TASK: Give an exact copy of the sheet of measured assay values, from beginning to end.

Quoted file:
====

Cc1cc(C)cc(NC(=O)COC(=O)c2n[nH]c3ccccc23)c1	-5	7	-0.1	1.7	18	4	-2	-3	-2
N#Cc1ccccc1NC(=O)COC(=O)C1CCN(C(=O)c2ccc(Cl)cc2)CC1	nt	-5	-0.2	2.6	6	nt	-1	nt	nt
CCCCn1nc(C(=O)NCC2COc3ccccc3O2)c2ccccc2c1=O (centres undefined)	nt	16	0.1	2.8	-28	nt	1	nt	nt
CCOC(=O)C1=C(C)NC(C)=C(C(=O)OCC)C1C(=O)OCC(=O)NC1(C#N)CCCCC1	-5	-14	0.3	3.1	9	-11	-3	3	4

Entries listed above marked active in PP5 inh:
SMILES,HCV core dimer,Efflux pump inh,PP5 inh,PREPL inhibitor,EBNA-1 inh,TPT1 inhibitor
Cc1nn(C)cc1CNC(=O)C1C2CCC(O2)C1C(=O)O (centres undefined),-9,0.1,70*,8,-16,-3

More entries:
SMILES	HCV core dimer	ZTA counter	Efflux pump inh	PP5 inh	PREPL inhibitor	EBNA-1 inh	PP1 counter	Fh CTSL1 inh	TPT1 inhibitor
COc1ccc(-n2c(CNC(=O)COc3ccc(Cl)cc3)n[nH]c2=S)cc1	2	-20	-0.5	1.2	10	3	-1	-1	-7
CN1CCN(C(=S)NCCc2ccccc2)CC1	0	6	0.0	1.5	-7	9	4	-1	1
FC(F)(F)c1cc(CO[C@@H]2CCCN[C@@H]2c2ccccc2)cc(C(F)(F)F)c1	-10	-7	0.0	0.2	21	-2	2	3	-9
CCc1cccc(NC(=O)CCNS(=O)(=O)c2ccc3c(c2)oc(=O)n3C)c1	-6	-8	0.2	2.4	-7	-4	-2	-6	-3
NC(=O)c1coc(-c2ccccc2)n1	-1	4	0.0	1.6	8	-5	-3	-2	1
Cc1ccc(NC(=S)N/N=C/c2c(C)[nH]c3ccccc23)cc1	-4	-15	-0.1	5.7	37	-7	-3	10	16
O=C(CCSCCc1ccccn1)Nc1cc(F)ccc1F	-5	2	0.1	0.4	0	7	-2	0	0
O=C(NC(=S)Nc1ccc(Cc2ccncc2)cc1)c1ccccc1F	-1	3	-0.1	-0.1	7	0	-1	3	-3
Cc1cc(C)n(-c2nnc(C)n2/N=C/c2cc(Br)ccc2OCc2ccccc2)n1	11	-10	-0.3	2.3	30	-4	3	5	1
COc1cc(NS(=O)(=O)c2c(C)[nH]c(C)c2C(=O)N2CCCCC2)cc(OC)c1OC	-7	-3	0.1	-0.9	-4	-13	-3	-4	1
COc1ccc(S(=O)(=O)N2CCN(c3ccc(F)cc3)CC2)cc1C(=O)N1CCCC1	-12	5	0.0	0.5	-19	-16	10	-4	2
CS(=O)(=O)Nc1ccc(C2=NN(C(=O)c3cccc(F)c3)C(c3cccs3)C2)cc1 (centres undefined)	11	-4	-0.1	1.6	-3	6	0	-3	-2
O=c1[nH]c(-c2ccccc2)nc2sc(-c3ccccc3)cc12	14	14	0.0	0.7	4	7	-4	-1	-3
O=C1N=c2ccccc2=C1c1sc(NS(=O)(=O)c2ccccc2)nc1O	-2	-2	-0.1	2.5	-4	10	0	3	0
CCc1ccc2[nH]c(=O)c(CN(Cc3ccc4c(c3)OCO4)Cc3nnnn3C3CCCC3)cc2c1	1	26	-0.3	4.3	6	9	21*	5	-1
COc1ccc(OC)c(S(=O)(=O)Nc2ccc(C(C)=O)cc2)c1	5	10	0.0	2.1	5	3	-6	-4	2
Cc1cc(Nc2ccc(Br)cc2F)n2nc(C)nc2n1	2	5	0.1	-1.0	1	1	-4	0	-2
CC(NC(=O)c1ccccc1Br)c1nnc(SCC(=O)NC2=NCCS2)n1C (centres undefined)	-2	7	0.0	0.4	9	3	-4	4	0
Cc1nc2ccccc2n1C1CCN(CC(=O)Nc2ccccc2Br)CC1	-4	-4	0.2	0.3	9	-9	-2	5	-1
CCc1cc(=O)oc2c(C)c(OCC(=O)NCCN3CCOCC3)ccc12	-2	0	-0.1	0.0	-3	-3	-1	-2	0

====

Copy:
Cc1cc(C)cc(NC(=O)COC(=O)c2n[nH]c3ccccc23)c1	-5	7	-0.1	1.7	18	4	-2	-3	-2
N#Cc1ccccc1NC(=O)COC(=O)C1CCN(C(=O)c2ccc(Cl)cc2)CC1	nt	-5	-0.2	2.6	6	nt	-1	nt	nt
CCCCn1nc(C(=O)NCC2COc3ccccc3O2)c2ccccc2c1=O (centres undefined)	nt	16	0.1	2.8	-28	nt	1	nt	nt
CCOC(=O)C1=C(C)NC(C)=C(C(=O)OCC)C1C(=O)OCC(=O)NC1(C#N)CCCCC1	-5	-14	0.3	3.1	9	-11	-3	3	4

Entries listed above marked active in PP5 inh:
SMILES,HCV core dimer,Efflux pump inh,PP5 inh,PREPL inhibitor,EBNA-1 inh,TPT1 inhibitor
Cc1nn(C)cc1CNC(=O)C1C2CCC(O2)C1C(=O)O (centres undefined),-9,0.1,70*,8,-16,-3

More entries:
SMILES	HCV core dimer	ZTA counter	Efflux pump inh	PP5 inh	PREPL inhibitor	EBNA-1 inh	PP1 counter	Fh CTSL1 inh	TPT1 inhibitor
COc1ccc(-n2c(CNC(=O)COc3ccc(Cl)cc3)n[nH]c2=S)cc1	2	-20	-0.5	1.2	10	3	-1	-1	-7
CN1CCN(C(=S)NCCc2ccccc2)CC1	0	6	0.0	1.5	-7	9	4	-1	1
FC(F)(F)c1cc(CO[C@@H]2CCCN[C@@H]2c2ccccc2)cc(C(F)(F)F)c1	-10	-7	0.0	0.2	21	-2	2	3	-9
CCc1cccc(NC(=O)CCNS(=O)(=O)c2ccc3c(c2)oc(=O)n3C)c1	-6	-8	0.2	2.4	-7	-4	-2	-6	-3
NC(=O)c1coc(-c2ccccc2)n1	-1	4	0.0	1.6	8	-5	-3	-2	1
Cc1ccc(NC(=S)N/N=C/c2c(C)[nH]c3ccccc23)cc1	-4	-15	-0.1	5.7	37	-7	-3	10	16
O=C(CCSCCc1ccccn1)Nc1cc(F)ccc1F	-5	2	0.1	0.4	0	7	-2	0	0
O=C(NC(=S)Nc1ccc(Cc2ccncc2)cc1)c1ccccc1F	-1	3	-0.1	-0.1	7	0	-1	3	-3
Cc1cc(C)n(-c2nnc(C)n2/N=C/c2cc(Br)ccc2OCc2ccccc2)n1	11	-10	-0.3	2.3	30	-4	3	5	1
COc1cc(NS(=O)(=O)c2c(C)[nH]c(C)c2C(=O)N2CCCCC2)cc(OC)c1OC	-7	-3	0.1	-0.9	-4	-13	-3	-4	1
COc1ccc(S(=O)(=O)N2CCN(c3ccc(F)cc3)CC2)cc1C(=O)N1CCCC1	-12	5	0.0	0.5	-19	-16	10	-4	2
CS(=O)(=O)Nc1ccc(C2=NN(C(=O)c3cccc(F)c3)C(c3cccs3)C2)cc1 (centres undefined)	11	-4	-0.1	1.6	-3	6	0	-3	-2
O=c1[nH]c(-c2ccccc2)nc2sc(-c3ccccc3)cc12	14	14	0.0	0.7	4	7	-4	-1	-3
O=C1N=c2ccccc2=C1c1sc(NS(=O)(=O)c2ccccc2)nc1O	-2	-2	-0.1	2.5	-4	10	0	3	0
CCc1ccc2[nH]c(=O)c(CN(Cc3ccc4c(c3)OCO4)Cc3nnnn3C3CCCC3)cc2c1	1	26	-0.3	4.3	6	9	21*	5	-1
COc1ccc(OC)c(S(=O)(=O)Nc2ccc(C(C)=O)cc2)c1	5	10	0.0	2.1	5	3	-6	-4	2
Cc1cc(Nc2ccc(Br)cc2F)n2nc(C)nc2n1	2	5	0.1	-1.0	1	1	-4	0	-2
CC(NC(=O)c1ccccc1Br)c1nnc(SCC(=O)NC2=NCCS2)n1C (centres undefined)	-2	7	0.0	0.4	9	3	-4	4	0
Cc1nc2ccccc2n1C1CCN(CC(=O)Nc2ccccc2Br)CC1	-4	-4	0.2	0.3	9	-9	-2	5	-1
CCc1cc(=O)oc2c(C)c(OCC(=O)NCCN3CCOCC3)ccc12	-2	0	-0.1	0.0	-3	-3	-1	-2	0